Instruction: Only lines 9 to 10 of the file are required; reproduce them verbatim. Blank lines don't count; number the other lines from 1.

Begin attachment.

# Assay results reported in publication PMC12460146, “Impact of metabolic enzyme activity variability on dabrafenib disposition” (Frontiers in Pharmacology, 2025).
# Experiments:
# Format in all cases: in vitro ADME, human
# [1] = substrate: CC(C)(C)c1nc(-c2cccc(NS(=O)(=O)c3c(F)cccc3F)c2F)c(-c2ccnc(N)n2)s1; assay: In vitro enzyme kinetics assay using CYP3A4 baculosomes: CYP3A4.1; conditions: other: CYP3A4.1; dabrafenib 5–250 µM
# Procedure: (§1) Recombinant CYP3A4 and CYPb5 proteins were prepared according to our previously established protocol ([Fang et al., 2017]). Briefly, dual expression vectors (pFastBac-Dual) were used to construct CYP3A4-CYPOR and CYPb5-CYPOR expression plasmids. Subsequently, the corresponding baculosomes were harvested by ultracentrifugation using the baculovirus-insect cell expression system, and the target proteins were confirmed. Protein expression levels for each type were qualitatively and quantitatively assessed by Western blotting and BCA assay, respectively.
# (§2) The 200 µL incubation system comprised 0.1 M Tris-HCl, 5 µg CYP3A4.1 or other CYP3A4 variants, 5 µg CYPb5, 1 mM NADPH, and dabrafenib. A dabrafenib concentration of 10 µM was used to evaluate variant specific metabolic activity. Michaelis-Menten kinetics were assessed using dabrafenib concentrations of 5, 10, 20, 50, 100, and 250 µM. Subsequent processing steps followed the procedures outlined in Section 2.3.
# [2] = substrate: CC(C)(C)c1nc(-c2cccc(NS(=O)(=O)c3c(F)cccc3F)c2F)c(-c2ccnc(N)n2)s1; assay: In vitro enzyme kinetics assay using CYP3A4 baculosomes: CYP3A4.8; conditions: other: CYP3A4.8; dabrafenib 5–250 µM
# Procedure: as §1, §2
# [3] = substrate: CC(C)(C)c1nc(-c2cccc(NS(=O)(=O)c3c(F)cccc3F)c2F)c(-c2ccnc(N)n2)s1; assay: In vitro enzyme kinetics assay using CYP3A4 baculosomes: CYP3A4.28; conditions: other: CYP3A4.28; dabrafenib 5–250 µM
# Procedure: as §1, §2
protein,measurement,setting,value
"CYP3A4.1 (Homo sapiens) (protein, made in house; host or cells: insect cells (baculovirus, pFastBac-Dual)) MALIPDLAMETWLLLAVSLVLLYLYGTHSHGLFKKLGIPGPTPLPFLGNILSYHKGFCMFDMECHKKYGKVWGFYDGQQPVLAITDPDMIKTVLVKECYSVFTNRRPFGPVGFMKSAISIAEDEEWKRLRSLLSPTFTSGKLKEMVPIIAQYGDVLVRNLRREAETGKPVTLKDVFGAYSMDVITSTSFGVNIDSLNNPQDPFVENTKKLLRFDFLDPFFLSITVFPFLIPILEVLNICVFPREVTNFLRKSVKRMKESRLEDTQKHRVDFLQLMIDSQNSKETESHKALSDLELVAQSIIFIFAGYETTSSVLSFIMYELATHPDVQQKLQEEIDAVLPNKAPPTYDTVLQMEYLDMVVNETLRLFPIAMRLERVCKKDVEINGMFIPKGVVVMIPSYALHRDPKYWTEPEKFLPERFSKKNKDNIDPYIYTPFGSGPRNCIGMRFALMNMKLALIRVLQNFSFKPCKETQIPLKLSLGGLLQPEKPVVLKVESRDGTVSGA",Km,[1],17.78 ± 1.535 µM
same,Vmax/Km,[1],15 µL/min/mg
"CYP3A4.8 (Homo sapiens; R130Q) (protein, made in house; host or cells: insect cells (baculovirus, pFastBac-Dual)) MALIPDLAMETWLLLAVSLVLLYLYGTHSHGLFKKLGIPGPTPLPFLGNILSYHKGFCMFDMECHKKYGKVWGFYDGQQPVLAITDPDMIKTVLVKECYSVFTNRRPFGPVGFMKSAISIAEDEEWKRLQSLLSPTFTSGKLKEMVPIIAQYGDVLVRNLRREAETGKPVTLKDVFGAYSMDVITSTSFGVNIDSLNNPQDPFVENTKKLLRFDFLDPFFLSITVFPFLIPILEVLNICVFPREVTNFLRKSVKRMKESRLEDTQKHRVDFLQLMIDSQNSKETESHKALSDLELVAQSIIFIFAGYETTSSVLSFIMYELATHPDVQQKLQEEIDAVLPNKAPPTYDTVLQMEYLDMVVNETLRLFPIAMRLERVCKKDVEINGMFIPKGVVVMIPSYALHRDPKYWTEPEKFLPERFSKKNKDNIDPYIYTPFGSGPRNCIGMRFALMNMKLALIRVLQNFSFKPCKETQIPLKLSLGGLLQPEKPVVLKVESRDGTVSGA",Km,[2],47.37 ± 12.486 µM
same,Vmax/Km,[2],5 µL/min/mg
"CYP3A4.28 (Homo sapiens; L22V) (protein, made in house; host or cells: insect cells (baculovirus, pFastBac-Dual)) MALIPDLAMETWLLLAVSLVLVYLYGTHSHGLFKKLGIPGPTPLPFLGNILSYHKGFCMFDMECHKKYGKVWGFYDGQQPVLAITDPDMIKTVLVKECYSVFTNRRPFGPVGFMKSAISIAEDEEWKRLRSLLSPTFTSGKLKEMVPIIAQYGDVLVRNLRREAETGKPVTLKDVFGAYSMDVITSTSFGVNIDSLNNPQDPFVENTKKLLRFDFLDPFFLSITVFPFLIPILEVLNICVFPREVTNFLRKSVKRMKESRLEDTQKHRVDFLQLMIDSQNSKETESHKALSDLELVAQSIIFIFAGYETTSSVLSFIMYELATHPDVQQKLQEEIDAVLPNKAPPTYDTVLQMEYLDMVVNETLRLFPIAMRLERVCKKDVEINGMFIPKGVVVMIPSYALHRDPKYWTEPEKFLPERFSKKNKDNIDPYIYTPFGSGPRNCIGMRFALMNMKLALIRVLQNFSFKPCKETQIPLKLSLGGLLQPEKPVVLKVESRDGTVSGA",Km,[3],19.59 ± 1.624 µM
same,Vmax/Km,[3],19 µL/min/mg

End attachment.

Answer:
# [3] = substrate: CC(C)(C)c1nc(-c2cccc(NS(=O)(=O)c3c(F)cccc3F)c2F)c(-c2ccnc(N)n2)s1; assay: In vitro enzyme kinetics assay using CYP3A4 baculosomes: CYP3A4.28; conditions: other: CYP3A4.28; dabrafenib 5–250 µM
# Procedure: as §1, §2